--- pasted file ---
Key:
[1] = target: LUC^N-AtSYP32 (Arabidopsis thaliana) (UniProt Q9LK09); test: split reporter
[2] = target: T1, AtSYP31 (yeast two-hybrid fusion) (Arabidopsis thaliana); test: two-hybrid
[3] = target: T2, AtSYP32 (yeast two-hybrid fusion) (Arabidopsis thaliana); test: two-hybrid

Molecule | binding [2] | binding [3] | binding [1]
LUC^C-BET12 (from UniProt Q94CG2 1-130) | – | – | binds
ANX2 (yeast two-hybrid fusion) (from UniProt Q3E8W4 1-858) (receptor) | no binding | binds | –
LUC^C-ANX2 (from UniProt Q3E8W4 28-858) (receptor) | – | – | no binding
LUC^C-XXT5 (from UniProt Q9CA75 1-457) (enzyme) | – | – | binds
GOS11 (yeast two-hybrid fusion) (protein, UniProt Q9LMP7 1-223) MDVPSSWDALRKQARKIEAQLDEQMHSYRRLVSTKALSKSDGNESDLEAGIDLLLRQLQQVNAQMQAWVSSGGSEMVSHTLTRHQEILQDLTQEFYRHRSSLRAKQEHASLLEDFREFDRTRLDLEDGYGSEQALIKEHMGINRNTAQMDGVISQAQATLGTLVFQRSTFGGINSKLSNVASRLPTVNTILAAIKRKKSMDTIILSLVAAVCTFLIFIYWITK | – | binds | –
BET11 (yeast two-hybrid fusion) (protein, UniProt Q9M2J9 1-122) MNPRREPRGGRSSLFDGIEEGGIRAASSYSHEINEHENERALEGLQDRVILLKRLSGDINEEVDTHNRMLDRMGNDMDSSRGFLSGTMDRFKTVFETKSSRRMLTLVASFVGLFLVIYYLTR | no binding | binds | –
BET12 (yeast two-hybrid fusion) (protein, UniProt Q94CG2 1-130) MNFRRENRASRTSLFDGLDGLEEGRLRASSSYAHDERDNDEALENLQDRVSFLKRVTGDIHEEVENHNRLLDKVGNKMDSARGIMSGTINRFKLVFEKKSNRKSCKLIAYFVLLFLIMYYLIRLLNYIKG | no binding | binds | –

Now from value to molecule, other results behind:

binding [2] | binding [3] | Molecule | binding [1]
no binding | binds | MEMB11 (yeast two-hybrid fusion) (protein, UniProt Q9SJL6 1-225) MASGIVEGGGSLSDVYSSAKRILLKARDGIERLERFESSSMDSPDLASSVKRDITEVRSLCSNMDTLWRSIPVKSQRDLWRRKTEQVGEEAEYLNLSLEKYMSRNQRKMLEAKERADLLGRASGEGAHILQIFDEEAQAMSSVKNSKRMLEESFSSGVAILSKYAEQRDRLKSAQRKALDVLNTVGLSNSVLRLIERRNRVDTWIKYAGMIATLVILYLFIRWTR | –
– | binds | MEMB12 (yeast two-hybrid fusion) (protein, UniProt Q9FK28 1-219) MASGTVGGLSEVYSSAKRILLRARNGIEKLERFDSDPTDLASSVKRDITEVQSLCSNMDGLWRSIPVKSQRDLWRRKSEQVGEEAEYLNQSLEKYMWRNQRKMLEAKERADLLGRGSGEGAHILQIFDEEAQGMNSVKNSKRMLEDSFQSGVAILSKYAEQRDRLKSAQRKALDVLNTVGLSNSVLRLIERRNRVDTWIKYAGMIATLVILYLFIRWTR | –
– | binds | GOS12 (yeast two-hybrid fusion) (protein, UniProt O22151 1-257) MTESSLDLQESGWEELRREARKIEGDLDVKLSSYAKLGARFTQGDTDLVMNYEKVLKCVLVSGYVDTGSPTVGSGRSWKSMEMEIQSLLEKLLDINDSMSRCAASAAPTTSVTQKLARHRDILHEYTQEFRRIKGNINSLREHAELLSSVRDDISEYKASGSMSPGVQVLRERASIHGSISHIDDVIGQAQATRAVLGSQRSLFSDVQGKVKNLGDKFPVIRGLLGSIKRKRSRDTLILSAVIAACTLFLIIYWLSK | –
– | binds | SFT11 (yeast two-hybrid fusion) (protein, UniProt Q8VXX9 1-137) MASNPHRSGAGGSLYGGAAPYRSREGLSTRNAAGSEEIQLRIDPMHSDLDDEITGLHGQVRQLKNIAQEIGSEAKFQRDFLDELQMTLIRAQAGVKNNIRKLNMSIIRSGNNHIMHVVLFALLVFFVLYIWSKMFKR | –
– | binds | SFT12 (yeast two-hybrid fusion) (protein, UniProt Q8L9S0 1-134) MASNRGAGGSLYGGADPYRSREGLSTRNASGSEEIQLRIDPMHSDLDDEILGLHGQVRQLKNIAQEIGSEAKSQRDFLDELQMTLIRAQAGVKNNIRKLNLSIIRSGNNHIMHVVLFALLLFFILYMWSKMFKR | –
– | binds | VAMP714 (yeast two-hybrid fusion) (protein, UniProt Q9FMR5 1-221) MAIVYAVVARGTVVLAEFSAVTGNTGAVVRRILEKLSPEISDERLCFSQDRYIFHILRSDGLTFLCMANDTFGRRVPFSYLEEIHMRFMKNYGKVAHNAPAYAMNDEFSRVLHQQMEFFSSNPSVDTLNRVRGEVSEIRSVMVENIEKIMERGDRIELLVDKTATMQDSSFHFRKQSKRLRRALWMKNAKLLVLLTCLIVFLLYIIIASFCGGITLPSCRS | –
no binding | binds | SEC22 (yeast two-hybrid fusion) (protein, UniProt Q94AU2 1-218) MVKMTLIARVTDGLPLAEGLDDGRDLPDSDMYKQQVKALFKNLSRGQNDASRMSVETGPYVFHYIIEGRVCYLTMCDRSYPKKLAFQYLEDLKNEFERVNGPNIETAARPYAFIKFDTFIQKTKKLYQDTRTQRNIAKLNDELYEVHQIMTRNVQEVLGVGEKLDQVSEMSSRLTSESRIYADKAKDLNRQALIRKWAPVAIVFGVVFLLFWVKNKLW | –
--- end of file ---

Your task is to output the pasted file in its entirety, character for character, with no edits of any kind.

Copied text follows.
Key:
[1] = target: LUC^N-AtSYP32 (Arabidopsis thaliana) (UniProt Q9LK09); test: split reporter
[2] = target: T1, AtSYP31 (yeast two-hybrid fusion) (Arabidopsis thaliana); test: two-hybrid
[3] = target: T2, AtSYP32 (yeast two-hybrid fusion) (Arabidopsis thaliana); test: two-hybrid

Molecule | binding [2] | binding [3] | binding [1]
LUC^C-BET12 (from UniProt Q94CG2 1-130) | – | – | binds
ANX2 (yeast two-hybrid fusion) (from UniProt Q3E8W4 1-858) (receptor) | no binding | binds | –
LUC^C-ANX2 (from UniProt Q3E8W4 28-858) (receptor) | – | – | no binding
LUC^C-XXT5 (from UniProt Q9CA75 1-457) (enzyme) | – | – | binds
GOS11 (yeast two-hybrid fusion) (protein, UniProt Q9LMP7 1-223) MDVPSSWDALRKQARKIEAQLDEQMHSYRRLVSTKALSKSDGNESDLEAGIDLLLRQLQQVNAQMQAWVSSGGSEMVSHTLTRHQEILQDLTQEFYRHRSSLRAKQEHASLLEDFREFDRTRLDLEDGYGSEQALIKEHMGINRNTAQMDGVISQAQATLGTLVFQRSTFGGINSKLSNVASRLPTVNTILAAIKRKKSMDTIILSLVAAVCTFLIFIYWITK | – | binds | –
BET11 (yeast two-hybrid fusion) (protein, UniProt Q9M2J9 1-122) MNPRREPRGGRSSLFDGIEEGGIRAASSYSHEINEHENERALEGLQDRVILLKRLSGDINEEVDTHNRMLDRMGNDMDSSRGFLSGTMDRFKTVFETKSSRRMLTLVASFVGLFLVIYYLTR | no binding | binds | –
BET12 (yeast two-hybrid fusion) (protein, UniProt Q94CG2 1-130) MNFRRENRASRTSLFDGLDGLEEGRLRASSSYAHDERDNDEALENLQDRVSFLKRVTGDIHEEVENHNRLLDKVGNKMDSARGIMSGTINRFKLVFEKKSNRKSCKLIAYFVLLFLIMYYLIRLLNYIKG | no binding | binds | –

Now from value to molecule, other results behind:

binding [2] | binding [3] | Molecule | binding [1]
no binding | binds | MEMB11 (yeast two-hybrid fusion) (protein, UniProt Q9SJL6 1-225) MASGIVEGGGSLSDVYSSAKRILLKARDGIERLERFESSSMDSPDLASSVKRDITEVRSLCSNMDTLWRSIPVKSQRDLWRRKTEQVGEEAEYLNLSLEKYMSRNQRKMLEAKERADLLGRASGEGAHILQIFDEEAQAMSSVKNSKRMLEESFSSGVAILSKYAEQRDRLKSAQRKALDVLNTVGLSNSVLRLIERRNRVDTWIKYAGMIATLVILYLFIRWTR | –
– | binds | MEMB12 (yeast two-hybrid fusion) (protein, UniProt Q9FK28 1-219) MASGTVGGLSEVYSSAKRILLRARNGIEKLERFDSDPTDLASSVKRDITEVQSLCSNMDGLWRSIPVKSQRDLWRRKSEQVGEEAEYLNQSLEKYMWRNQRKMLEAKERADLLGRGSGEGAHILQIFDEEAQGMNSVKNSKRMLEDSFQSGVAILSKYAEQRDRLKSAQRKALDVLNTVGLSNSVLRLIERRNRVDTWIKYAGMIATLVILYLFIRWTR | –
– | binds | GOS12 (yeast two-hybrid fusion) (protein, UniProt O22151 1-257) MTESSLDLQESGWEELRREARKIEGDLDVKLSSYAKLGARFTQGDTDLVMNYEKVLKCVLVSGYVDTGSPTVGSGRSWKSMEMEIQSLLEKLLDINDSMSRCAASAAPTTSVTQKLARHRDILHEYTQEFRRIKGNINSLREHAELLSSVRDDISEYKASGSMSPGVQVLRERASIHGSISHIDDVIGQAQATRAVLGSQRSLFSDVQGKVKNLGDKFPVIRGLLGSIKRKRSRDTLILSAVIAACTLFLIIYWLSK | –
– | binds | SFT11 (yeast two-hybrid fusion) (protein, UniProt Q8VXX9 1-137) MASNPHRSGAGGSLYGGAAPYRSREGLSTRNAAGSEEIQLRIDPMHSDLDDEITGLHGQVRQLKNIAQEIGSEAKFQRDFLDELQMTLIRAQAGVKNNIRKLNMSIIRSGNNHIMHVVLFALLVFFVLYIWSKMFKR | –
– | binds | SFT12 (yeast two-hybrid fusion) (protein, UniProt Q8L9S0 1-134) MASNRGAGGSLYGGADPYRSREGLSTRNASGSEEIQLRIDPMHSDLDDEILGLHGQVRQLKNIAQEIGSEAKSQRDFLDELQMTLIRAQAGVKNNIRKLNLSIIRSGNNHIMHVVLFALLLFFILYMWSKMFKR | –
– | binds | VAMP714 (yeast two-hybrid fusion) (protein, UniProt Q9FMR5 1-221) MAIVYAVVARGTVVLAEFSAVTGNTGAVVRRILEKLSPEISDERLCFSQDRYIFHILRSDGLTFLCMANDTFGRRVPFSYLEEIHMRFMKNYGKVAHNAPAYAMNDEFSRVLHQQMEFFSSNPSVDTLNRVRGEVSEIRSVMVENIEKIMERGDRIELLVDKTATMQDSSFHFRKQSKRLRRALWMKNAKLLVLLTCLIVFLLYIIIASFCGGITLPSCRS | –
no binding | binds | SEC22 (yeast two-hybrid fusion) (protein, UniProt Q94AU2 1-218) MVKMTLIARVTDGLPLAEGLDDGRDLPDSDMYKQQVKALFKNLSRGQNDASRMSVETGPYVFHYIIEGRVCYLTMCDRSYPKKLAFQYLEDLKNEFERVNGPNIETAARPYAFIKFDTFIQKTKKLYQDTRTQRNIAKLNDELYEVHQIMTRNVQEVLGVGEKLDQVSEMSSRLTSESRIYADKAKDLNRQALIRKWAPVAIVFGVVFLLFWVKNKLW | –